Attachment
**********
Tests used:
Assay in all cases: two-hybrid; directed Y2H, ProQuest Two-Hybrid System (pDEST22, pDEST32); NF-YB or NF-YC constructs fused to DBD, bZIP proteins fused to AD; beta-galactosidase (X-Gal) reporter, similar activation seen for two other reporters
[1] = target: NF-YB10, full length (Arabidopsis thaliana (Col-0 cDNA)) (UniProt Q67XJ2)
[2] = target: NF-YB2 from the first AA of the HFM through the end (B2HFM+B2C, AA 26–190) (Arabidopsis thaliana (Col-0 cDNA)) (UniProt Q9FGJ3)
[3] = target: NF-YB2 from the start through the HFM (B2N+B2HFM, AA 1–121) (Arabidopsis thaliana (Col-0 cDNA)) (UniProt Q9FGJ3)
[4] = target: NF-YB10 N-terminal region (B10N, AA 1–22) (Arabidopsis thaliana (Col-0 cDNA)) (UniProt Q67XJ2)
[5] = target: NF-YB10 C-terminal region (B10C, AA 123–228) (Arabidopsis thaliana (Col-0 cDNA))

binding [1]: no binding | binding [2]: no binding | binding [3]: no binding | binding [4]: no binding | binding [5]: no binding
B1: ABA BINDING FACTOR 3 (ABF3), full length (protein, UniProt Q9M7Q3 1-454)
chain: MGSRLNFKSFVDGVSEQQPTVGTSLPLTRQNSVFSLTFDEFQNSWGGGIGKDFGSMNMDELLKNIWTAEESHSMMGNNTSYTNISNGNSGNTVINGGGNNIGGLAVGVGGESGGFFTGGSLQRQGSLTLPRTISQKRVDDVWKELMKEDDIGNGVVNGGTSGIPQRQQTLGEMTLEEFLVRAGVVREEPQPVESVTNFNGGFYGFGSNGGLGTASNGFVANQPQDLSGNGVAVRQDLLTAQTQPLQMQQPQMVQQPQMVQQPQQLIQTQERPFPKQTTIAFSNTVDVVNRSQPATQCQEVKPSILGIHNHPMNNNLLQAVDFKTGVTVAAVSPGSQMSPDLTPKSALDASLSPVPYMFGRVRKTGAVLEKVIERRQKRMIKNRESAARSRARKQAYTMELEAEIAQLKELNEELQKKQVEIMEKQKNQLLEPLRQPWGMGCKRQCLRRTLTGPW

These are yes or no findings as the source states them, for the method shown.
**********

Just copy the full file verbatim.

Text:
Tests used:
Assay in all cases: two-hybrid; directed Y2H, ProQuest Two-Hybrid System (pDEST22, pDEST32); NF-YB or NF-YC constructs fused to DBD, bZIP proteins fused to AD; beta-galactosidase (X-Gal) reporter, similar activation seen for two other reporters
[1] = target: NF-YB10, full length (Arabidopsis thaliana (Col-0 cDNA)) (UniProt Q67XJ2)
[2] = target: NF-YB2 from the first AA of the HFM through the end (B2HFM+B2C, AA 26–190) (Arabidopsis thaliana (Col-0 cDNA)) (UniProt Q9FGJ3)
[3] = target: NF-YB2 from the start through the HFM (B2N+B2HFM, AA 1–121) (Arabidopsis thaliana (Col-0 cDNA)) (UniProt Q9FGJ3)
[4] = target: NF-YB10 N-terminal region (B10N, AA 1–22) (Arabidopsis thaliana (Col-0 cDNA)) (UniProt Q67XJ2)
[5] = target: NF-YB10 C-terminal region (B10C, AA 123–228) (Arabidopsis thaliana (Col-0 cDNA))

binding [1]: no binding | binding [2]: no binding | binding [3]: no binding | binding [4]: no binding | binding [5]: no binding
B1: ABA BINDING FACTOR 3 (ABF3), full length (protein, UniProt Q9M7Q3 1-454)
chain: MGSRLNFKSFVDGVSEQQPTVGTSLPLTRQNSVFSLTFDEFQNSWGGGIGKDFGSMNMDELLKNIWTAEESHSMMGNNTSYTNISNGNSGNTVINGGGNNIGGLAVGVGGESGGFFTGGSLQRQGSLTLPRTISQKRVDDVWKELMKEDDIGNGVVNGGTSGIPQRQQTLGEMTLEEFLVRAGVVREEPQPVESVTNFNGGFYGFGSNGGLGTASNGFVANQPQDLSGNGVAVRQDLLTAQTQPLQMQQPQMVQQPQMVQQPQQLIQTQERPFPKQTTIAFSNTVDVVNRSQPATQCQEVKPSILGIHNHPMNNNLLQAVDFKTGVTVAAVSPGSQMSPDLTPKSALDASLSPVPYMFGRVRKTGAVLEKVIERRQKRMIKNRESAARSRARKQAYTMELEAEIAQLKELNEELQKKQVEIMEKQKNQLLEPLRQPWGMGCKRQCLRRTLTGPW

These are yes or no findings as the source states them, for the method shown.